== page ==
During the eight or nine years of his stay in Mysore, Sriranga had achieved mastery over this Sangeetha Vidya in all its completeness.  He was able to move about at will in the hidden paths of Yoga.  The experiences of Jnana and the sublime feelings of Bhakti had manifested themselves in his heart in all their fullness.  He had a thorough grasp of all the sentiments (Rasas) and emotions (Bhavas) which are built into the human soul.  He had a wonderful aesthetic sense.  He was a great artist.  Hence the music which he created was of a very high order.  A wide acquaintance with the noble literature which provided the themes to music, clear intonation, a manly and melodious voice, complete command over the various Swaras and Ragas, a wonderful sense of propriety, and the capacity to adapt sound to bring out sense-these were the hall-marks of the music which Sriranga cultivated with such competence during these years at Hedathale.  He worshipped at the temple of the goddess of music with all these rich offerings he had brought with him.  The seventh volume of Amaravani embodies in considerable detail the fullness and perfection with which he devoted himself to the cultivation of this noble art.

His great and exalting musical renderings of Bhajagovinda Stotra,  Pandurangashtaka, Narmadashtaka, Shatpadi Stotra, Ardhanarishwara Stotra, Sharadanavaratnamalika and several others, all of them Shankaracharya's compositions.  Bhagavanmanasapooja, also of Shankaracharya, belongs to a later period.  He set to music the ecstatic songs of the Tamil Alwars, the verses of the Ramayana of Valmiki and Tulasidas and some others.  And he had hundreds of musical pieces in his collection. His disciples came continuously to visit him.  And according to their needs and requests he sang to them, satiating their bodies and minds with his divine and mellifluous music.  When anyone came for the first time, he tested him through his music.

There was nothing in these musical compositions which was not perfect in all the ways that count in music and was not of the highest quality. Subject, feeling, note, a high sense of propriety were all so combined in them that they were blemishless master-pieces.  Even when he sang continuously for long hours-often for three to four hours-his voice did not lose its natural verve and his feelings and emotions poured themselves out in one continuous stream.  In these devotional songs every word and every letter was important to him. He was a past-master in making the feelings and emotions manifest themselves through the right tone and voice.  And he used to achieve absolute unity with the subject of his song. Sharada-navaratnamalika was a beautiful example of it.  As he sang this devotional song becoming completely one with the Devi, her form, her beauty, size, colour, the form and length of the Veena on her lap, and her divine play upon the Veena all used to be reflected in the singing of Sriranga. The concrete images turned into sound patterns in an incredible way and filled the hearts of the listeners with joy.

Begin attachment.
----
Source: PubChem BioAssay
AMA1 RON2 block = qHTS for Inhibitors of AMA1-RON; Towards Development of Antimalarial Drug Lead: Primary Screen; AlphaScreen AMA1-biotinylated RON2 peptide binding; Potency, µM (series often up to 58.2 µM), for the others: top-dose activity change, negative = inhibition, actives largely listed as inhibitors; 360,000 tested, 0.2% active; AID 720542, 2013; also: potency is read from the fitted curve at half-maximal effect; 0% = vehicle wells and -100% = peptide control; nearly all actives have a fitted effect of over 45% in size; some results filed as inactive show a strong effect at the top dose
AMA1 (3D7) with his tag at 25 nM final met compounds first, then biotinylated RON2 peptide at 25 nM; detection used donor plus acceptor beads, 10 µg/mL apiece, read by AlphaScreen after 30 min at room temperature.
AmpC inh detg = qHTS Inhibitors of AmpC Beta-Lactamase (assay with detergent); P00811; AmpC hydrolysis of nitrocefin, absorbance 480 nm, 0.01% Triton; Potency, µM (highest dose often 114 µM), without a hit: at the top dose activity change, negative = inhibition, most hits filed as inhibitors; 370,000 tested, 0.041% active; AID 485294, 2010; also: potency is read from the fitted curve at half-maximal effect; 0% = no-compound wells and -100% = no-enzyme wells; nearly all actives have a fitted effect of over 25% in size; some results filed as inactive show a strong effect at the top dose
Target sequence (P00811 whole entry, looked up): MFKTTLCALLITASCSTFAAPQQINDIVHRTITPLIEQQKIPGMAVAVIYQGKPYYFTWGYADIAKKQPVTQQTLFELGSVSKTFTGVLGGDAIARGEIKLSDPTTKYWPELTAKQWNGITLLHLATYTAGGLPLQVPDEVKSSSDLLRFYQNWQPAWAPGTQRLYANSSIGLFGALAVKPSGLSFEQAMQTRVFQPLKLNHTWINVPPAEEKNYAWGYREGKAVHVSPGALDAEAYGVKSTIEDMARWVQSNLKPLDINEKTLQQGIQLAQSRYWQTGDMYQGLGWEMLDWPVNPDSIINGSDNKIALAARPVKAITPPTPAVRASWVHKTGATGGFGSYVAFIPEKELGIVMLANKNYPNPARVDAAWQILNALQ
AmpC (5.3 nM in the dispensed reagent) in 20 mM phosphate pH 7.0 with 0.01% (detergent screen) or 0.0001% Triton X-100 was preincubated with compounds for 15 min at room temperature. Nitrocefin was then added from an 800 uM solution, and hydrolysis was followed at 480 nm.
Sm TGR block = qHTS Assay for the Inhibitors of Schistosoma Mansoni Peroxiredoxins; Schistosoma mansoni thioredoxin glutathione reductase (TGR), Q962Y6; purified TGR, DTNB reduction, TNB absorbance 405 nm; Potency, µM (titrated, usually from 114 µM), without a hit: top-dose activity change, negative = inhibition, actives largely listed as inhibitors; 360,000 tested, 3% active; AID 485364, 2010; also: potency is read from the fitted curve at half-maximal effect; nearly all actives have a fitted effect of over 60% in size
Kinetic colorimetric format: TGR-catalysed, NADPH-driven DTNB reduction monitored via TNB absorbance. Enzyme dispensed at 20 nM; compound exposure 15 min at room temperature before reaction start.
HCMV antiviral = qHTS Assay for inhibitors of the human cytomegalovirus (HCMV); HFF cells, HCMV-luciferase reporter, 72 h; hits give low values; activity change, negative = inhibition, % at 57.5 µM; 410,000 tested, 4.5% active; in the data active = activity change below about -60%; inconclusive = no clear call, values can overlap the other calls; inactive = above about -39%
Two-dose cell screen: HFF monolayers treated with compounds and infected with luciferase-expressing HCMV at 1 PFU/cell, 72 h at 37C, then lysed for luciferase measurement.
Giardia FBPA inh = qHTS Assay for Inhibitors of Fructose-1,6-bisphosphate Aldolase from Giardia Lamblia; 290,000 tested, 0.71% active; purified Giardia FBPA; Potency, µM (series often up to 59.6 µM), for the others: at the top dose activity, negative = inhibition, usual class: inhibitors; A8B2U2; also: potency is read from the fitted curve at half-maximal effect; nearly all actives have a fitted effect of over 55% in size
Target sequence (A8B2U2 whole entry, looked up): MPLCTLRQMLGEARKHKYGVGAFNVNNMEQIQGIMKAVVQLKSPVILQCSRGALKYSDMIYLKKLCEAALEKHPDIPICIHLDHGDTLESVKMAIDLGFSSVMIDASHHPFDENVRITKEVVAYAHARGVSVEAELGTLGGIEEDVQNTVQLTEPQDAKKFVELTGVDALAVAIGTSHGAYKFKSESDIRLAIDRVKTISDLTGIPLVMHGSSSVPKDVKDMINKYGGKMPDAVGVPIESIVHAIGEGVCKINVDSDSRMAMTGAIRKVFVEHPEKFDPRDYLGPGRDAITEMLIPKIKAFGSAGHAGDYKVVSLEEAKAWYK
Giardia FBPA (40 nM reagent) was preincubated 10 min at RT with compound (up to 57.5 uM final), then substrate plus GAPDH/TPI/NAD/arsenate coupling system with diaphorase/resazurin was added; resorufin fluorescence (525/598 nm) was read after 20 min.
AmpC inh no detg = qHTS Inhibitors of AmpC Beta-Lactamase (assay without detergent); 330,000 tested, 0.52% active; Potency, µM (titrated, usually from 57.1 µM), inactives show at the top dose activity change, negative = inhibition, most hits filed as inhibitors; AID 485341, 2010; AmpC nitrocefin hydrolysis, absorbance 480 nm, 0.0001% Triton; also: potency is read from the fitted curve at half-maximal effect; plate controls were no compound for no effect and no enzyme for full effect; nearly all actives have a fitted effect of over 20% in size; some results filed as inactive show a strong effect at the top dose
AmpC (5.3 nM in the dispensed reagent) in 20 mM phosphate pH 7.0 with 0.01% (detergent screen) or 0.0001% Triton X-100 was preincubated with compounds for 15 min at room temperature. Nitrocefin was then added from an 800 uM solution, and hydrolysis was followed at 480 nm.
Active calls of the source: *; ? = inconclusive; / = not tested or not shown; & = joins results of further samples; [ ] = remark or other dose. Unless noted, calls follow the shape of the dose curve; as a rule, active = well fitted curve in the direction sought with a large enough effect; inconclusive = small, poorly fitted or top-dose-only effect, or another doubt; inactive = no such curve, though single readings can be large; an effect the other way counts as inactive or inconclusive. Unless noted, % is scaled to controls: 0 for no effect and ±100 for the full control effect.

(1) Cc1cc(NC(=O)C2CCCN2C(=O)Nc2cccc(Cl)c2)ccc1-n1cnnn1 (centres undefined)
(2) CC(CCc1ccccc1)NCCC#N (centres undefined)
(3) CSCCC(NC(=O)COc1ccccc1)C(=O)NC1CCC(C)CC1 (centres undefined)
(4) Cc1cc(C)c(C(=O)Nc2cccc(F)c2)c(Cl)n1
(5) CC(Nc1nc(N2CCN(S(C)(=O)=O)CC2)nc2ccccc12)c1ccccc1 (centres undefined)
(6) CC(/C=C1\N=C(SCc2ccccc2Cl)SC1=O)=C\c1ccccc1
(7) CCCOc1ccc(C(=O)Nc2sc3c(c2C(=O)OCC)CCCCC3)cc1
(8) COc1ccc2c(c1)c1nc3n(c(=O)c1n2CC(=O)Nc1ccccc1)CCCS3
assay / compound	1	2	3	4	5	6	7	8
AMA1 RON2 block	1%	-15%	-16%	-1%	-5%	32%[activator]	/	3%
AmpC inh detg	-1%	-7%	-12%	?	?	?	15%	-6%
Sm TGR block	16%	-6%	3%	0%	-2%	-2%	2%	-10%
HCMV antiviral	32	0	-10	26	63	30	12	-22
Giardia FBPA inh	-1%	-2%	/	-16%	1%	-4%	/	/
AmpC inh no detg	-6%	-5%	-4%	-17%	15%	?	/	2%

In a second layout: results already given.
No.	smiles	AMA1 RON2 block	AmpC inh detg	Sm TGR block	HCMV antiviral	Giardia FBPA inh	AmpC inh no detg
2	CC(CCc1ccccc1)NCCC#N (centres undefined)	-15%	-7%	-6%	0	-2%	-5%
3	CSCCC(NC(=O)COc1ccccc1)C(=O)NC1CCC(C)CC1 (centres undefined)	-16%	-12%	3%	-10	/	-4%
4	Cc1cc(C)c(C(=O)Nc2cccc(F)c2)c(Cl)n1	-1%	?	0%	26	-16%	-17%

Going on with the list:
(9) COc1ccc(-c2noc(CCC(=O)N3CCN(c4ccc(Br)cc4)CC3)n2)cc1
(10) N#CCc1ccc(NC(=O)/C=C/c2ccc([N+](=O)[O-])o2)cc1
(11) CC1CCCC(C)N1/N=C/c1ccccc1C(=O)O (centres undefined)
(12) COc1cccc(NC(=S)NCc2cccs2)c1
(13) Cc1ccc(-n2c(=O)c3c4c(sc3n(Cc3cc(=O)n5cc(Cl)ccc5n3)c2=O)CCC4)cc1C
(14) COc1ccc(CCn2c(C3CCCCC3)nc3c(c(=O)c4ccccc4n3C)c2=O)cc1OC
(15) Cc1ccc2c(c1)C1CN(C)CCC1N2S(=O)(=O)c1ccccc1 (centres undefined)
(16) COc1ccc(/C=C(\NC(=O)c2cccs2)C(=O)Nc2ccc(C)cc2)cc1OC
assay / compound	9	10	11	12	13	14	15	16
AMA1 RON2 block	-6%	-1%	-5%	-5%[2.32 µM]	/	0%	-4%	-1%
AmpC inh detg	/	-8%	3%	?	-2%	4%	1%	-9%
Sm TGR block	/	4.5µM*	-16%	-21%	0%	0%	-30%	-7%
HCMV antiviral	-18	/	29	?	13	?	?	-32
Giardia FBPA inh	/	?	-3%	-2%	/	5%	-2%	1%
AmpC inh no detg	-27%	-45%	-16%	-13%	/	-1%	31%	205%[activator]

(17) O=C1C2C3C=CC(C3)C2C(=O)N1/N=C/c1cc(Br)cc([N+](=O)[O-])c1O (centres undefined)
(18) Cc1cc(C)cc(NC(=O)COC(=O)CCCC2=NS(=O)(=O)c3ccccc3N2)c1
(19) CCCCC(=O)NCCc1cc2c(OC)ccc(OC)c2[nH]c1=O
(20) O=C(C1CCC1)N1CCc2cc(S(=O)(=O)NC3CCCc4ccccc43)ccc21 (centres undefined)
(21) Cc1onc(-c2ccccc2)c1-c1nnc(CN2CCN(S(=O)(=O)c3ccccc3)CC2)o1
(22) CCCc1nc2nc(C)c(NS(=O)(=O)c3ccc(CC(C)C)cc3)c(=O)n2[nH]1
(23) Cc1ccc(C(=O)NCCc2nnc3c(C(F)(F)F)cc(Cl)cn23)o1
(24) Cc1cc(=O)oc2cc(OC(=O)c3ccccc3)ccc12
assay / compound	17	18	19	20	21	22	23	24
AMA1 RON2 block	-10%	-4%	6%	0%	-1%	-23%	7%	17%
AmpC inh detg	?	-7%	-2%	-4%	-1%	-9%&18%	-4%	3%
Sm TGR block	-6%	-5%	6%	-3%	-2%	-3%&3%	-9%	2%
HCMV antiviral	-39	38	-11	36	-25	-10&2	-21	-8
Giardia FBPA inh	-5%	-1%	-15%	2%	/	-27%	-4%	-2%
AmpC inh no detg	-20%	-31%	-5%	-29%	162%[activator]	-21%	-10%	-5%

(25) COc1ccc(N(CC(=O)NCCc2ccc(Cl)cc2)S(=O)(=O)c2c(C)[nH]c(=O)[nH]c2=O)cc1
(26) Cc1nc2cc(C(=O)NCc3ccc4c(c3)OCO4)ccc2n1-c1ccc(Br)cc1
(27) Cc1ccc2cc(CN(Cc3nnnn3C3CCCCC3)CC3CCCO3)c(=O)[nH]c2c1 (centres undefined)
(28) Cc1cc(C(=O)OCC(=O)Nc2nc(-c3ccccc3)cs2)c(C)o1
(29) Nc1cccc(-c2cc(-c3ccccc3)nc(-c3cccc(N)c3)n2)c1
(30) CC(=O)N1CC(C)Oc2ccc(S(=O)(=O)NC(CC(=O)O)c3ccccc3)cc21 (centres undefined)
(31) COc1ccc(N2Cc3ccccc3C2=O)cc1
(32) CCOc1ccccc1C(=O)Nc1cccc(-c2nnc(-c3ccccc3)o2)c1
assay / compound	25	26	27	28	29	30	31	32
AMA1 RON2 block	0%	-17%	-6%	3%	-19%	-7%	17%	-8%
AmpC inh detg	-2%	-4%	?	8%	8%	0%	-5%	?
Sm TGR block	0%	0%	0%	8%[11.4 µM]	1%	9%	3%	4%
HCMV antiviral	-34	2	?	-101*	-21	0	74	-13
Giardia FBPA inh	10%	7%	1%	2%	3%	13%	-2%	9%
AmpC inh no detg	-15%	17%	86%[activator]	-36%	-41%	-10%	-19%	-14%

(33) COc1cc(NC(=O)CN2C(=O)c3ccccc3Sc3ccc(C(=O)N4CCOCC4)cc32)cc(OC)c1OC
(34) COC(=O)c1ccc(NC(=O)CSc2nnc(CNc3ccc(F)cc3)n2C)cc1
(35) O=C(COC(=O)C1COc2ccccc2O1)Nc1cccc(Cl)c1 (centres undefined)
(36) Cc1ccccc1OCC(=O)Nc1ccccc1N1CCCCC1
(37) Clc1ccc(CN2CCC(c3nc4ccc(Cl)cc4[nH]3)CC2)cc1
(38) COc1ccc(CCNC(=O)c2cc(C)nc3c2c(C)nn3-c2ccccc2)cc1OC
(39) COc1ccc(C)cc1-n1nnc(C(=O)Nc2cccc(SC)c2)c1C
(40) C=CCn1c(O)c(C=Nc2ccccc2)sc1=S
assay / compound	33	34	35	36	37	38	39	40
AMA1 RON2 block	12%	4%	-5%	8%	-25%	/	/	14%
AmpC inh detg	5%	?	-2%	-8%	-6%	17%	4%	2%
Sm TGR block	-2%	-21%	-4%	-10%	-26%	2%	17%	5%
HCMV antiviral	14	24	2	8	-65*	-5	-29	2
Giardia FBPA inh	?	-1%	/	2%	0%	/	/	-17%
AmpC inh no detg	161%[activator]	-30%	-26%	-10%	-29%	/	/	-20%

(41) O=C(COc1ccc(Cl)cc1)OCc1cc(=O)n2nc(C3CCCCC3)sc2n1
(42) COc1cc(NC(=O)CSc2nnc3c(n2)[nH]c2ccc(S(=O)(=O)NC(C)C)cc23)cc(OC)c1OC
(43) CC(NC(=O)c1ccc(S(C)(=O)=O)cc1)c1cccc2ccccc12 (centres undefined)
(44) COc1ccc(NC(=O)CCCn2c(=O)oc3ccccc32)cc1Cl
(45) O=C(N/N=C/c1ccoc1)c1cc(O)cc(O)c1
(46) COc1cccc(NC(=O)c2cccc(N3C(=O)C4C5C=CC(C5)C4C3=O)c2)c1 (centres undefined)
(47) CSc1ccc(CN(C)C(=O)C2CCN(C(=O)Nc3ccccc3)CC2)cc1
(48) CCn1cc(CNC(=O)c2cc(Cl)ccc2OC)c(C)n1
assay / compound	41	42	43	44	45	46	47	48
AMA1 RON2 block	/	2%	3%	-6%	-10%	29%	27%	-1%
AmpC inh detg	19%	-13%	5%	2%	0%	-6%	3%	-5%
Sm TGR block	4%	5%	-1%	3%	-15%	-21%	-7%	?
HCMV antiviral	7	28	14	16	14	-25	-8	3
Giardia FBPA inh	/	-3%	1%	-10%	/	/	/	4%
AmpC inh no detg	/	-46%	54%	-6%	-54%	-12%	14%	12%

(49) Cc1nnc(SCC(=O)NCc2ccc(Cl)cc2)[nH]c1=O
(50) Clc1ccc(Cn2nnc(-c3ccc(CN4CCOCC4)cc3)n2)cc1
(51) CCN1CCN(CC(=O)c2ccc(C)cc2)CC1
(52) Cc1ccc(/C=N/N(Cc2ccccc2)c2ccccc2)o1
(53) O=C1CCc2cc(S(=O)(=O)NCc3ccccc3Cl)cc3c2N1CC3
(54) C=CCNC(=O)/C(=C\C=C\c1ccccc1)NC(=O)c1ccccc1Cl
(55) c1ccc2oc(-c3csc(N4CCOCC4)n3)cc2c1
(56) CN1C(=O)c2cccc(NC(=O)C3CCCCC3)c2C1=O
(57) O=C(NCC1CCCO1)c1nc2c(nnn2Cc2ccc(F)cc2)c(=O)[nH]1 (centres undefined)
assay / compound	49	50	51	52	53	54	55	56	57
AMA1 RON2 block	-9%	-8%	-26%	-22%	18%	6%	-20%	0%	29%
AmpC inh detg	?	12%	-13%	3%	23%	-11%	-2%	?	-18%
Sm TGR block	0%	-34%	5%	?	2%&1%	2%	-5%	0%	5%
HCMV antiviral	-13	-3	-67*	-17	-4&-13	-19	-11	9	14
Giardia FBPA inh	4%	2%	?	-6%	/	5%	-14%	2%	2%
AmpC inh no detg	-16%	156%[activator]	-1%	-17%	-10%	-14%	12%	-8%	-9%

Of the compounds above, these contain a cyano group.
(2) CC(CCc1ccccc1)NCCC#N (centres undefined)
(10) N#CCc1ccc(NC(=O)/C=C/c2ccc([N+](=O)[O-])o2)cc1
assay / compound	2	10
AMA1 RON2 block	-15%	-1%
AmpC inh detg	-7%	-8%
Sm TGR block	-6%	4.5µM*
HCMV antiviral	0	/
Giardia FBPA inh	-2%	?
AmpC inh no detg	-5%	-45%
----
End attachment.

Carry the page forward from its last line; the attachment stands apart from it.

From that point of view, the Bhajagovinda Stotra of Shankaracharya was one of his musical master-pieces. The Stotra throughout revealed the presence of Govinda whom Sriranga had realised in his heart.  That his voice touched Govinda and was in contact with him was obvious to the listener from the first to the last stanza.  In the state of such a union the voice tends to go inward and become stilled.  To reach that state  of Samadhi and yet to bring out through one's voice the joy, the bliss and the peace which belong to it was no mean achievement.  While the song produces the feeling of the continuous presence of the divine in the singer, it also brings out the various worldly emotions which are alluded to in the Stotra with an artistic perfection which is simply matchless.  This composition has many examples of sound bringing out the meaning by its very modulation.

He gave great pleasure to the senses of his listeners by his singing. And at the same time, he exalted their minds to great spiritual heights.  He often caused states of Yoga to appear in them through his divine music.  He purified their inner beings and made it thereby easier for them to walk on the path of Yoga.  He had attained union with the Pranavanada, and it was natural that he achieved in the field of music an all-round perfection that others cannot even dream of.
Ideal Man
Sriranga Mahaguru Srimatha Vijayalakshmi-1964
Sriranga Mahaguru
Srimatha Vijayalakshmi